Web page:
3. Unearth prospects with relevant keywords
There will always be book reviewers who prefer to keep a low profile—and therefore won’t be listed in any directory. The good news is that you don’t need any tools more complex than Google and social media to hunt down these prospects.
“Big G” is a great starting point for this because the keyword possibilities are virtually endless. You might begin by searching for a few of these basic combinations:
- [your subgenre] + “book review”
- [comp title/author] + “book review”
- [key topics or themes] + “book review”
For example, if you’d written a book about how to write a book (#bookception), you might search for other reviews in the subgenres of “how-to books” or “writing references,” along with similar titles and authors to you, followed by individual keywords pertaining to the material in your book: “writing craft,” “writing tools,” “character creation,” “plot devices,” and so on.
Depending on those results, you might extend your search to even more niche-specific keywords. Whatever you’re plugging in, don’t forget to put “book review” and other keywords that will produce the right leads (“book blog,” “reader blog,” etc.) in quotation marks, so Google shows pages that contain that exact keyword.
Once you’ve exhausted Google, it’s time to turn to social media. Based on my own experience, Twitter and Instagram will probably be most fruitful here. Pinterest may also be helpful for those writing in lifestyle niches like diet and nutrition, health and wellness, relationships, and so on.
The best keywords to search on social media will be topic-based. Just as you looked at the tags in blog posts before, now look in social media tags, especially on Instagram. Savvy users will have long lists of tags on each post that you can borrow from—and the more keywords the better, because while Google will likely yield pretty promising results, most social media figures in your niche won’t want to review your book.
But it’s still worth the effort for those who are willing to help you out, if only by featuring your book in a social story. What’s more, all that social media research is still useful even if you don’t find a single reviewer on Twitter or Instagram. You can always return to Google to test newly found keywords there, or adjust your keywords on Amazon for better discoverability.
And to learn more about Google prospecting in general, check out this post from Roy Povarchik—he mainly focuses on how to find guest post opportunities, but it’s a good primer if you’ve never tried this strategy before.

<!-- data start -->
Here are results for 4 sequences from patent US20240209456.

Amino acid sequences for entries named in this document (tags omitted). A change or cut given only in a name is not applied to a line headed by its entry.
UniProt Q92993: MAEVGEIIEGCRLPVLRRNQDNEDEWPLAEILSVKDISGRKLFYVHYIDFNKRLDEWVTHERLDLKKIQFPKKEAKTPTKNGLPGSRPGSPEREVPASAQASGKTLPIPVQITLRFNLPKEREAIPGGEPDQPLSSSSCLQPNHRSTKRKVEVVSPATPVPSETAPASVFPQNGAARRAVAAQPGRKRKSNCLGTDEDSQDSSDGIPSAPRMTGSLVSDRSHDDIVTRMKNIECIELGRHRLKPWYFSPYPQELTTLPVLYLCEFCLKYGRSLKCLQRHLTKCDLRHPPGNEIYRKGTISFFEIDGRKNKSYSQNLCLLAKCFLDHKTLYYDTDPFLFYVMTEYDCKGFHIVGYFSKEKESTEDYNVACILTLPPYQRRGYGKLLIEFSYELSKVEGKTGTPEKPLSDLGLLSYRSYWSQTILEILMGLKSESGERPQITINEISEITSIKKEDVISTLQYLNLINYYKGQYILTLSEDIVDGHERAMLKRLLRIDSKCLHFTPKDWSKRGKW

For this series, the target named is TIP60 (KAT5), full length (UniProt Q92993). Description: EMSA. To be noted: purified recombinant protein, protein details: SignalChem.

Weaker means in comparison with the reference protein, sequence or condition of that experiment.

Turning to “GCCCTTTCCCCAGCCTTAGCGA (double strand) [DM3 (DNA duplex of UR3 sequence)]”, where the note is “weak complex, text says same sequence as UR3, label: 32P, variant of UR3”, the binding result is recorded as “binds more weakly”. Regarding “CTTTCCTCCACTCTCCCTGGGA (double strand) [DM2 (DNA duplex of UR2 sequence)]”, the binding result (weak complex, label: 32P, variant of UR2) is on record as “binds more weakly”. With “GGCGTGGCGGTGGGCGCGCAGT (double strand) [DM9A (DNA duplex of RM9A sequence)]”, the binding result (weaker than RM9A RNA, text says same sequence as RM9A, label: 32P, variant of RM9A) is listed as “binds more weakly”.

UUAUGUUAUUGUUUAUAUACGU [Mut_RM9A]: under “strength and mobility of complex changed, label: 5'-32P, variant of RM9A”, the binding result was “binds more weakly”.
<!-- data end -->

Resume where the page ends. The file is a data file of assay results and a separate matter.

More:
4. Personalize your outreach and track your progress
All the research in the world makes no difference if you don’t conduct effective outreach afterward. First things first, you’ll want to narrow down your prospects (if you haven’t already). For every “long shot” prospect you include, throw in a few more realistic ones. Collect these in a spreadsheet with each person’s contact info, along with columns for reply status and other notes.
As you forge ahead, remember to always check the guidelines for each outlet, especially those high-level publications. Each publication will have a specific person you’ll need to contact for book reviews, or to write an article in relation to your book—and if you are pitching something other than a review, you’ll need to be fairly detailed about what it will contain. Again, a publicist can help you with this, but it’s entirely possible to land publication slots on your own; just know you’ll have to put in a bit more thought and effort toward tailoring your pitches and requests.
For blogs and social media outreach, the main thing is to personalize each message you send. Don’t just mention something they’ve posted recently and say “I loved it!” (this is a standard outreach greeting that content creators can see through like glass). Instead, say what you loved about it and connect it to your own experience. For example:
“Your recent post about trying to live more sustainably in 2021 was so relatable—I’ve also found myself questioning my life choices when the compost splits open all over the floor. Not to mention the eternal struggle to resist fast fashion when online shopping was basically our only option last year.”
Follow up a genuine comment like this with a request to review your book, or at least to read an excerpt. If it’s a review blog, check their guidelines for their preferred file format. If not, you may want to avoid sending your entire book right away, as this can be overwhelming.
Finally, make sure to update your spreadsheet as people reply, noting what works to get you those coveted reviews, and following up after a couple of weeks with those who don’t respond. (Needless to say, you should kickstart this whole process well in advance of your book launch.)
From there, continue to look out for new prospects and refine your outreach according to your findings, until you’ve hit your review goal. Remember that persistence is key, and keep your eyes on the prize: skyrocketing book sales from all those hard-earned reviews.